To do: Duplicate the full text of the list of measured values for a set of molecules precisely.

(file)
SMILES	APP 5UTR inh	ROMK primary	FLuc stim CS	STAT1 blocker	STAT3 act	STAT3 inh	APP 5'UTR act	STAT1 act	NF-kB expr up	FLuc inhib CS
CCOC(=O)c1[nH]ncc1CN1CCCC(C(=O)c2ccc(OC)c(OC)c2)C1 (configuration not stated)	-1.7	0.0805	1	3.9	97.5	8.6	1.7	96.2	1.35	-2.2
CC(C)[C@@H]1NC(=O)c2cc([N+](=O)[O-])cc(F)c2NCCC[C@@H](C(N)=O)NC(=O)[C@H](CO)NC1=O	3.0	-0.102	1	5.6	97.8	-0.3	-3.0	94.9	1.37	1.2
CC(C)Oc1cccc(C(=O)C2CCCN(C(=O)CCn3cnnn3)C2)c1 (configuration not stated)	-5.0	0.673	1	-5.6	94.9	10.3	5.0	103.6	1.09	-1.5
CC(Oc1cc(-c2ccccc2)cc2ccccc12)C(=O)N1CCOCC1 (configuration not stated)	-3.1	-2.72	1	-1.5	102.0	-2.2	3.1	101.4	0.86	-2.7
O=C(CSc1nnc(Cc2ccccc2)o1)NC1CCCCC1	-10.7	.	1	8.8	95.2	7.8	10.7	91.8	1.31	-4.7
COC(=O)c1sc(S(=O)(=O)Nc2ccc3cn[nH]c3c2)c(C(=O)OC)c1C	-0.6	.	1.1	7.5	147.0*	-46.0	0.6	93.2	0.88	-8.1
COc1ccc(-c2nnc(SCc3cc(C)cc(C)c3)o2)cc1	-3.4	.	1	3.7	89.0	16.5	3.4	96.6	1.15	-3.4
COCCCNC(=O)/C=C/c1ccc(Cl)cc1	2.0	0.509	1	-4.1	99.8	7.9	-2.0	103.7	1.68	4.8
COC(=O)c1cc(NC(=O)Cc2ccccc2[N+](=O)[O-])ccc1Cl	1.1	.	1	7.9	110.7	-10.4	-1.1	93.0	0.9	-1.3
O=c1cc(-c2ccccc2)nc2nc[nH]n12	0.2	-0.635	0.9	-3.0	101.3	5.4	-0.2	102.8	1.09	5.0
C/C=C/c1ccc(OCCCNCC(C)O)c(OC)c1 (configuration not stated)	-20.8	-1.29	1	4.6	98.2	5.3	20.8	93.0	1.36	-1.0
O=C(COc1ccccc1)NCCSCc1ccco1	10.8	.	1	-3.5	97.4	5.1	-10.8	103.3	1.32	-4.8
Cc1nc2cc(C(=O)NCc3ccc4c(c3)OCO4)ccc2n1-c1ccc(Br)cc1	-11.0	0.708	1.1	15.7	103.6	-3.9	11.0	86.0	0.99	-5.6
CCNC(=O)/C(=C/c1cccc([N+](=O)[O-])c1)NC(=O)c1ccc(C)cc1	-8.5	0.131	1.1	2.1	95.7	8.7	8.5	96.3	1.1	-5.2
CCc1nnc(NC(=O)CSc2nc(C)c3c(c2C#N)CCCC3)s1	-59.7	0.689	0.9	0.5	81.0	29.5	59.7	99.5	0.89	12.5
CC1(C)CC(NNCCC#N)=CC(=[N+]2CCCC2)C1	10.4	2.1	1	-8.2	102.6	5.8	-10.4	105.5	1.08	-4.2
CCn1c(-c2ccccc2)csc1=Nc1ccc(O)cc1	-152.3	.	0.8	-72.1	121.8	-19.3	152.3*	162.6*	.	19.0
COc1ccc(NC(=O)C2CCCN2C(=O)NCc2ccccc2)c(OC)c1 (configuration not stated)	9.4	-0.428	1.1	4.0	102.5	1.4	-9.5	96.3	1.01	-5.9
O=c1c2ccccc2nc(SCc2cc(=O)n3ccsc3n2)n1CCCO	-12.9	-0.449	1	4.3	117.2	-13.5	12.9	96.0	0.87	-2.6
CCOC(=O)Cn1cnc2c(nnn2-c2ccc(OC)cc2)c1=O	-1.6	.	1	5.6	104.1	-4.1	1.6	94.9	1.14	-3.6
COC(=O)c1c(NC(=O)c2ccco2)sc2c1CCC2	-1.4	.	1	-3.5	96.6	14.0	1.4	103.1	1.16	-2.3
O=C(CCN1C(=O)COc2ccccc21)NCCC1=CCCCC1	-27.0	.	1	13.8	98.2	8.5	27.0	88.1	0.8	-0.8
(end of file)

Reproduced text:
SMILES	APP 5UTR inh	ROMK primary	FLuc stim CS	STAT1 blocker	STAT3 act	STAT3 inh	APP 5'UTR act	STAT1 act	NF-kB expr up	FLuc inhib CS
CCOC(=O)c1[nH]ncc1CN1CCCC(C(=O)c2ccc(OC)c(OC)c2)C1 (configuration not stated)	-1.7	0.0805	1	3.9	97.5	8.6	1.7	96.2	1.35	-2.2
CC(C)[C@@H]1NC(=O)c2cc([N+](=O)[O-])cc(F)c2NCCC[C@@H](C(N)=O)NC(=O)[C@H](CO)NC1=O	3.0	-0.102	1	5.6	97.8	-0.3	-3.0	94.9	1.37	1.2
CC(C)Oc1cccc(C(=O)C2CCCN(C(=O)CCn3cnnn3)C2)c1 (configuration not stated)	-5.0	0.673	1	-5.6	94.9	10.3	5.0	103.6	1.09	-1.5
CC(Oc1cc(-c2ccccc2)cc2ccccc12)C(=O)N1CCOCC1 (configuration not stated)	-3.1	-2.72	1	-1.5	102.0	-2.2	3.1	101.4	0.86	-2.7
O=C(CSc1nnc(Cc2ccccc2)o1)NC1CCCCC1	-10.7	.	1	8.8	95.2	7.8	10.7	91.8	1.31	-4.7
COC(=O)c1sc(S(=O)(=O)Nc2ccc3cn[nH]c3c2)c(C(=O)OC)c1C	-0.6	.	1.1	7.5	147.0*	-46.0	0.6	93.2	0.88	-8.1
COc1ccc(-c2nnc(SCc3cc(C)cc(C)c3)o2)cc1	-3.4	.	1	3.7	89.0	16.5	3.4	96.6	1.15	-3.4
COCCCNC(=O)/C=C/c1ccc(Cl)cc1	2.0	0.509	1	-4.1	99.8	7.9	-2.0	103.7	1.68	4.8
COC(=O)c1cc(NC(=O)Cc2ccccc2[N+](=O)[O-])ccc1Cl	1.1	.	1	7.9	110.7	-10.4	-1.1	93.0	0.9	-1.3
O=c1cc(-c2ccccc2)nc2nc[nH]n12	0.2	-0.635	0.9	-3.0	101.3	5.4	-0.2	102.8	1.09	5.0
C/C=C/c1ccc(OCCCNCC(C)O)c(OC)c1 (configuration not stated)	-20.8	-1.29	1	4.6	98.2	5.3	20.8	93.0	1.36	-1.0
O=C(COc1ccccc1)NCCSCc1ccco1	10.8	.	1	-3.5	97.4	5.1	-10.8	103.3	1.32	-4.8
Cc1nc2cc(C(=O)NCc3ccc4c(c3)OCO4)ccc2n1-c1ccc(Br)cc1	-11.0	0.708	1.1	15.7	103.6	-3.9	11.0	86.0	0.99	-5.6
CCNC(=O)/C(=C/c1cccc([N+](=O)[O-])c1)NC(=O)c1ccc(C)cc1	-8.5	0.131	1.1	2.1	95.7	8.7	8.5	96.3	1.1	-5.2
CCc1nnc(NC(=O)CSc2nc(C)c3c(c2C#N)CCCC3)s1	-59.7	0.689	0.9	0.5	81.0	29.5	59.7	99.5	0.89	12.5
CC1(C)CC(NNCCC#N)=CC(=[N+]2CCCC2)C1	10.4	2.1	1	-8.2	102.6	5.8	-10.4	105.5	1.08	-4.2
CCn1c(-c2ccccc2)csc1=Nc1ccc(O)cc1	-152.3	.	0.8	-72.1	121.8	-19.3	152.3*	162.6*	.	19.0
COc1ccc(NC(=O)C2CCCN2C(=O)NCc2ccccc2)c(OC)c1 (configuration not stated)	9.4	-0.428	1.1	4.0	102.5	1.4	-9.5	96.3	1.01	-5.9
O=c1c2ccccc2nc(SCc2cc(=O)n3ccsc3n2)n1CCCO	-12.9	-0.449	1	4.3	117.2	-13.5	12.9	96.0	0.87	-2.6
CCOC(=O)Cn1cnc2c(nnn2-c2ccc(OC)cc2)c1=O	-1.6	.	1	5.6	104.1	-4.1	1.6	94.9	1.14	-3.6
COC(=O)c1c(NC(=O)c2ccco2)sc2c1CCC2	-1.4	.	1	-3.5	96.6	14.0	1.4	103.1	1.16	-2.3
O=C(CCN1C(=O)COc2ccccc21)NCCC1=CCCCC1	-27.0	.	1	13.8	98.2	8.5	27.0	88.1	0.8	-0.8